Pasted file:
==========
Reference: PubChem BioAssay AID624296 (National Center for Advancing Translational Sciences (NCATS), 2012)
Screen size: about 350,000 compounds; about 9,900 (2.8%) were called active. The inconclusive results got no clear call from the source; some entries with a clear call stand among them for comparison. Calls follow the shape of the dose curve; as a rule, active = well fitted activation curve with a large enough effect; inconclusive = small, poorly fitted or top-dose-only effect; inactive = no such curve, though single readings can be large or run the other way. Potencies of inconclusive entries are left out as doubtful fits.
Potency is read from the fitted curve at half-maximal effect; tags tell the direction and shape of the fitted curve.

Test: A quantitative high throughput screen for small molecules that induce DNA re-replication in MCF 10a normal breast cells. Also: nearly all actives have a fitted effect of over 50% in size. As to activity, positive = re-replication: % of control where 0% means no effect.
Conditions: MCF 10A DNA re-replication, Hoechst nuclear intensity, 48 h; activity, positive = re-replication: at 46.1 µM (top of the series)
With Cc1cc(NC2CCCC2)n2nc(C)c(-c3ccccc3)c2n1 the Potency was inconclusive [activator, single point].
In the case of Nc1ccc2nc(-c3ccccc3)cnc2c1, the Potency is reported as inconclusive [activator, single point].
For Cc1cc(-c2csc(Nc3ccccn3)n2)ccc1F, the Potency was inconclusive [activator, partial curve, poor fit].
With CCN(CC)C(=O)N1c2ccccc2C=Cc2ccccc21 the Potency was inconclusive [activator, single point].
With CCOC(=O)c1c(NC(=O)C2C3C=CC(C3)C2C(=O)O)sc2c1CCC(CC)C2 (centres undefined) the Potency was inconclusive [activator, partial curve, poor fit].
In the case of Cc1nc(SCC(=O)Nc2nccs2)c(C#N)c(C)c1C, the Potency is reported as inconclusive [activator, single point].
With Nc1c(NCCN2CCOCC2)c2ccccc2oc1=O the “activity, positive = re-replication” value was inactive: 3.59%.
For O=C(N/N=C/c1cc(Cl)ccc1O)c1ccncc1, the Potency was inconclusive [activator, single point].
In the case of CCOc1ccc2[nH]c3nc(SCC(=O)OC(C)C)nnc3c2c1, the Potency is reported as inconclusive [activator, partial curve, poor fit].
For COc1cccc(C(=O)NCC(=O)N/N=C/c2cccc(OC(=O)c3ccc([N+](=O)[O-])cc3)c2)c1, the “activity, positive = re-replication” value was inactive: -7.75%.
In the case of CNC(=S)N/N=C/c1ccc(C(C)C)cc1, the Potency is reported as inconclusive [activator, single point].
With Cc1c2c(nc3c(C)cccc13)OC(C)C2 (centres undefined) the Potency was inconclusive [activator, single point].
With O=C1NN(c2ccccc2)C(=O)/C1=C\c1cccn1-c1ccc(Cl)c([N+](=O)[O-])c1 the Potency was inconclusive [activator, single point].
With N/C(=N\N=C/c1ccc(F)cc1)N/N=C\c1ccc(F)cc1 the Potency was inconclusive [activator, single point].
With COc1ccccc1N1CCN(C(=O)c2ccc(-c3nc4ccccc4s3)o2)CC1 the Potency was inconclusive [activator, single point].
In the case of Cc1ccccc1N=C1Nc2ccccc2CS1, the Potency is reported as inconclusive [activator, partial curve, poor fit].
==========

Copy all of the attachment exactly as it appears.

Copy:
Reference: PubChem BioAssay AID624296 (National Center for Advancing Translational Sciences (NCATS), 2012)
Screen size: about 350,000 compounds; about 9,900 (2.8%) were called active. The inconclusive results got no clear call from the source; some entries with a clear call stand among them for comparison. Calls follow the shape of the dose curve; as a rule, active = well fitted activation curve with a large enough effect; inconclusive = small, poorly fitted or top-dose-only effect; inactive = no such curve, though single readings can be large or run the other way. Potencies of inconclusive entries are left out as doubtful fits.
Potency is read from the fitted curve at half-maximal effect; tags tell the direction and shape of the fitted curve.

Test: A quantitative high throughput screen for small molecules that induce DNA re-replication in MCF 10a normal breast cells. Also: nearly all actives have a fitted effect of over 50% in size. As to activity, positive = re-replication: % of control where 0% means no effect.
Conditions: MCF 10A DNA re-replication, Hoechst nuclear intensity, 48 h; activity, positive = re-replication: at 46.1 µM (top of the series)
With Cc1cc(NC2CCCC2)n2nc(C)c(-c3ccccc3)c2n1 the Potency was inconclusive [activator, single point].
In the case of Nc1ccc2nc(-c3ccccc3)cnc2c1, the Potency is reported as inconclusive [activator, single point].
For Cc1cc(-c2csc(Nc3ccccn3)n2)ccc1F, the Potency was inconclusive [activator, partial curve, poor fit].
With CCN(CC)C(=O)N1c2ccccc2C=Cc2ccccc21 the Potency was inconclusive [activator, single point].
With CCOC(=O)c1c(NC(=O)C2C3C=CC(C3)C2C(=O)O)sc2c1CCC(CC)C2 (centres undefined) the Potency was inconclusive [activator, partial curve, poor fit].
In the case of Cc1nc(SCC(=O)Nc2nccs2)c(C#N)c(C)c1C, the Potency is reported as inconclusive [activator, single point].
With Nc1c(NCCN2CCOCC2)c2ccccc2oc1=O the “activity, positive = re-replication” value was inactive: 3.59%.
For O=C(N/N=C/c1cc(Cl)ccc1O)c1ccncc1, the Potency was inconclusive [activator, single point].
In the case of CCOc1ccc2[nH]c3nc(SCC(=O)OC(C)C)nnc3c2c1, the Potency is reported as inconclusive [activator, partial curve, poor fit].
For COc1cccc(C(=O)NCC(=O)N/N=C/c2cccc(OC(=O)c3ccc([N+](=O)[O-])cc3)c2)c1, the “activity, positive = re-replication” value was inactive: -7.75%.
In the case of CNC(=S)N/N=C/c1ccc(C(C)C)cc1, the Potency is reported as inconclusive [activator, single point].
With Cc1c2c(nc3c(C)cccc13)OC(C)C2 (centres undefined) the Potency was inconclusive [activator, single point].
With O=C1NN(c2ccccc2)C(=O)/C1=C\c1cccn1-c1ccc(Cl)c([N+](=O)[O-])c1 the Potency was inconclusive [activator, single point].
With N/C(=N\N=C/c1ccc(F)cc1)N/N=C\c1ccc(F)cc1 the Potency was inconclusive [activator, single point].
With COc1ccccc1N1CCN(C(=O)c2ccc(-c3nc4ccccc4s3)o2)CC1 the Potency was inconclusive [activator, single point].
In the case of Cc1ccccc1N=C1Nc2ccccc2CS1, the Potency is reported as inconclusive [activator, partial curve, poor fit].